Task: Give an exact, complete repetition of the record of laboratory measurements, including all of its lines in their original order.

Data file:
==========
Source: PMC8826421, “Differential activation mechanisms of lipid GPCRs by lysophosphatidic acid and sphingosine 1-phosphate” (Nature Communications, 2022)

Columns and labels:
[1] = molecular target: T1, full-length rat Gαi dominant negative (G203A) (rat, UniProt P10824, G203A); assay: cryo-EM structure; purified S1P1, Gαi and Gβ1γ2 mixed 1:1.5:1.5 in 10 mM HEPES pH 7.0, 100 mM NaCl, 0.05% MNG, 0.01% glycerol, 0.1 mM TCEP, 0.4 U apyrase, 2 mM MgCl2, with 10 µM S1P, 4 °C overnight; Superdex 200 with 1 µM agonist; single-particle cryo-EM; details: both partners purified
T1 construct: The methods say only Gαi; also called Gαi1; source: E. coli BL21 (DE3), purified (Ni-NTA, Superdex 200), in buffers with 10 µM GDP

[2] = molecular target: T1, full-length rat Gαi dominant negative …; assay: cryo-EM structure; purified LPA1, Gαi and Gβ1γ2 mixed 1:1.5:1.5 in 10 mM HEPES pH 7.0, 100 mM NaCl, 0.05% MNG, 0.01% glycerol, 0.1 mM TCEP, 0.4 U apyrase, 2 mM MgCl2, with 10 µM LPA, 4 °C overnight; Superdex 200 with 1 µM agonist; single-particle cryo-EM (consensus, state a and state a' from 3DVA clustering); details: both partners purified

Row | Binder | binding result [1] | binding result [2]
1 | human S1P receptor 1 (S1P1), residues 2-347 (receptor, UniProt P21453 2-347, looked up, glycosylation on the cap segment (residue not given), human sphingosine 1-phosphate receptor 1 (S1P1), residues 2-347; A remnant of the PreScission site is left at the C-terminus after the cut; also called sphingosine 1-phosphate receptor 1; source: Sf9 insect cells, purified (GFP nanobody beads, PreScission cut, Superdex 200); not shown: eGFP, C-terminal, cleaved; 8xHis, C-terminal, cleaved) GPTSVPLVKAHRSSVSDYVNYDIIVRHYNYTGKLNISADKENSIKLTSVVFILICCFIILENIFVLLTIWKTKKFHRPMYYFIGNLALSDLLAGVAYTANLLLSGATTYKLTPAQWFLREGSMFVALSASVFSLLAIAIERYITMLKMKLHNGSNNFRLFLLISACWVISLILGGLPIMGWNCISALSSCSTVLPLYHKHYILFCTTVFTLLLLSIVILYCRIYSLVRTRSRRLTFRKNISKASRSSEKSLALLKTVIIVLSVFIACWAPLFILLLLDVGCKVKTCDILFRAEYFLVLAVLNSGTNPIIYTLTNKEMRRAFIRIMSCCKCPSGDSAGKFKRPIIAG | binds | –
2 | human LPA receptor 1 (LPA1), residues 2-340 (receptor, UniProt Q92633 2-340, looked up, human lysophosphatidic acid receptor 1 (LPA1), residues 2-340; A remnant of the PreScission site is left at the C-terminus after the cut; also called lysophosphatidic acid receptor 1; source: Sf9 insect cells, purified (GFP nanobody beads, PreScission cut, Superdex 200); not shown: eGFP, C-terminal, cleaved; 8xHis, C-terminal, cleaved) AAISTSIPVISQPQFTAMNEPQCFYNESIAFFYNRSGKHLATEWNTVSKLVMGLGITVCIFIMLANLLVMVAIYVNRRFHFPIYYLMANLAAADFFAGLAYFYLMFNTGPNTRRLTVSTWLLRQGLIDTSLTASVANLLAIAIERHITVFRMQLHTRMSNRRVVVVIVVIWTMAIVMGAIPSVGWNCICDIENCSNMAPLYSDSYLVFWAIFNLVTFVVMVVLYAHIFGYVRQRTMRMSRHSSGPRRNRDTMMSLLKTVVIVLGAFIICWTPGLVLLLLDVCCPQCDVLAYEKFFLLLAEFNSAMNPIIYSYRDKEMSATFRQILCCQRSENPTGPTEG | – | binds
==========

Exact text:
Source: PMC8826421, “Differential activation mechanisms of lipid GPCRs by lysophosphatidic acid and sphingosine 1-phosphate” (Nature Communications, 2022)

Columns and labels:
[1] = molecular target: T1, full-length rat Gαi dominant negative (G203A) (rat, UniProt P10824, G203A); assay: cryo-EM structure; purified S1P1, Gαi and Gβ1γ2 mixed 1:1.5:1.5 in 10 mM HEPES pH 7.0, 100 mM NaCl, 0.05% MNG, 0.01% glycerol, 0.1 mM TCEP, 0.4 U apyrase, 2 mM MgCl2, with 10 µM S1P, 4 °C overnight; Superdex 200 with 1 µM agonist; single-particle cryo-EM; details: both partners purified
T1 construct: The methods say only Gαi; also called Gαi1; source: E. coli BL21 (DE3), purified (Ni-NTA, Superdex 200), in buffers with 10 µM GDP

[2] = molecular target: T1, full-length rat Gαi dominant negative …; assay: cryo-EM structure; purified LPA1, Gαi and Gβ1γ2 mixed 1:1.5:1.5 in 10 mM HEPES pH 7.0, 100 mM NaCl, 0.05% MNG, 0.01% glycerol, 0.1 mM TCEP, 0.4 U apyrase, 2 mM MgCl2, with 10 µM LPA, 4 °C overnight; Superdex 200 with 1 µM agonist; single-particle cryo-EM (consensus, state a and state a' from 3DVA clustering); details: both partners purified

Row | Binder | binding result [1] | binding result [2]
1 | human S1P receptor 1 (S1P1), residues 2-347 (receptor, UniProt P21453 2-347, looked up, glycosylation on the cap segment (residue not given), human sphingosine 1-phosphate receptor 1 (S1P1), residues 2-347; A remnant of the PreScission site is left at the C-terminus after the cut; also called sphingosine 1-phosphate receptor 1; source: Sf9 insect cells, purified (GFP nanobody beads, PreScission cut, Superdex 200); not shown: eGFP, C-terminal, cleaved; 8xHis, C-terminal, cleaved) GPTSVPLVKAHRSSVSDYVNYDIIVRHYNYTGKLNISADKENSIKLTSVVFILICCFIILENIFVLLTIWKTKKFHRPMYYFIGNLALSDLLAGVAYTANLLLSGATTYKLTPAQWFLREGSMFVALSASVFSLLAIAIERYITMLKMKLHNGSNNFRLFLLISACWVISLILGGLPIMGWNCISALSSCSTVLPLYHKHYILFCTTVFTLLLLSIVILYCRIYSLVRTRSRRLTFRKNISKASRSSEKSLALLKTVIIVLSVFIACWAPLFILLLLDVGCKVKTCDILFRAEYFLVLAVLNSGTNPIIYTLTNKEMRRAFIRIMSCCKCPSGDSAGKFKRPIIAG | binds | –
2 | human LPA receptor 1 (LPA1), residues 2-340 (receptor, UniProt Q92633 2-340, looked up, human lysophosphatidic acid receptor 1 (LPA1), residues 2-340; A remnant of the PreScission site is left at the C-terminus after the cut; also called lysophosphatidic acid receptor 1; source: Sf9 insect cells, purified (GFP nanobody beads, PreScission cut, Superdex 200); not shown: eGFP, C-terminal, cleaved; 8xHis, C-terminal, cleaved) AAISTSIPVISQPQFTAMNEPQCFYNESIAFFYNRSGKHLATEWNTVSKLVMGLGITVCIFIMLANLLVMVAIYVNRRFHFPIYYLMANLAAADFFAGLAYFYLMFNTGPNTRRLTVSTWLLRQGLIDTSLTASVANLLAIAIERHITVFRMQLHTRMSNRRVVVVIVVIWTMAIVMGAIPSVGWNCICDIENCSNMAPLYSDSYLVFWAIFNLVTFVVMVVLYAHIFGYVRQRTMRMSRHSSGPRRNRDTMMSLLKTVVIVLGAFIICWTPGLVLLLLDVCCPQCDVLAYEKFFLLLAEFNSAMNPIIYSYRDKEMSATFRQILCCQRSENPTGPTEG | – | binds